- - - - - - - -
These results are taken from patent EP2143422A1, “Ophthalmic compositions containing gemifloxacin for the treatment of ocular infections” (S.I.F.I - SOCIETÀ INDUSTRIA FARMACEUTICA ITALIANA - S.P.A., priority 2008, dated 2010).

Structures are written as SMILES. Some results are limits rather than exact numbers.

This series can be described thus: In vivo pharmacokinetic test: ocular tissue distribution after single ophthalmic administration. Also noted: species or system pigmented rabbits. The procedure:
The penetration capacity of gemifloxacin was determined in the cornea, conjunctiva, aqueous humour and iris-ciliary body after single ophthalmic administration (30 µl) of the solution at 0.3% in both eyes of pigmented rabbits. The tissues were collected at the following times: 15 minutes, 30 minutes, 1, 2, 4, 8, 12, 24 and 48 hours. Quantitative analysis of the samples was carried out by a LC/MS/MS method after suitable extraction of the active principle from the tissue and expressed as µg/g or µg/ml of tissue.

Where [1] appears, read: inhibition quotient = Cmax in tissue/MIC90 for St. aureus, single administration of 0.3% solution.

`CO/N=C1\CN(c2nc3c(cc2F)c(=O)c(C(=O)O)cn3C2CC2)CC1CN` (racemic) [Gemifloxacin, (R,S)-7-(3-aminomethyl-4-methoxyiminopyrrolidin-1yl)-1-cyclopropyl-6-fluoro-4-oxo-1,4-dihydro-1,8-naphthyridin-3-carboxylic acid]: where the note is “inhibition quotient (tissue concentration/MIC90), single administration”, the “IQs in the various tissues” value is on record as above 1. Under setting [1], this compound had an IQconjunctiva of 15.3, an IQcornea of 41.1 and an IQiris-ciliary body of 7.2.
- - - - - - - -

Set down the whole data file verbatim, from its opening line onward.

These results are taken from patent EP2143422A1, “Ophthalmic compositions containing gemifloxacin for the treatment of ocular infections” (S.I.F.I - SOCIETÀ INDUSTRIA FARMACEUTICA ITALIANA - S.P.A., priority 2008, dated 2010).

Structures are written as SMILES. Some results are limits rather than exact numbers.

This series can be described thus: In vivo pharmacokinetic test: ocular tissue distribution after single ophthalmic administration. Also noted: species or system pigmented rabbits. The procedure:
The penetration capacity of gemifloxacin was determined in the cornea, conjunctiva, aqueous humour and iris-ciliary body after single ophthalmic administration (30 µl) of the solution at 0.3% in both eyes of pigmented rabbits. The tissues were collected at the following times: 15 minutes, 30 minutes, 1, 2, 4, 8, 12, 24 and 48 hours. Quantitative analysis of the samples was carried out by a LC/MS/MS method after suitable extraction of the active principle from the tissue and expressed as µg/g or µg/ml of tissue.

Where [1] appears, read: inhibition quotient = Cmax in tissue/MIC90 for St. aureus, single administration of 0.3% solution.

`CO/N=C1\CN(c2nc3c(cc2F)c(=O)c(C(=O)O)cn3C2CC2)CC1CN` (racemic) [Gemifloxacin, (R,S)-7-(3-aminomethyl-4-methoxyiminopyrrolidin-1yl)-1-cyclopropyl-6-fluoro-4-oxo-1,4-dihydro-1,8-naphthyridin-3-carboxylic acid]: where the note is “inhibition quotient (tissue concentration/MIC90), single administration”, the “IQs in the various tissues” value is on record as above 1. Under setting [1], this compound had an IQconjunctiva of 15.3, an IQcornea of 41.1 and an IQiris-ciliary body of 7.2.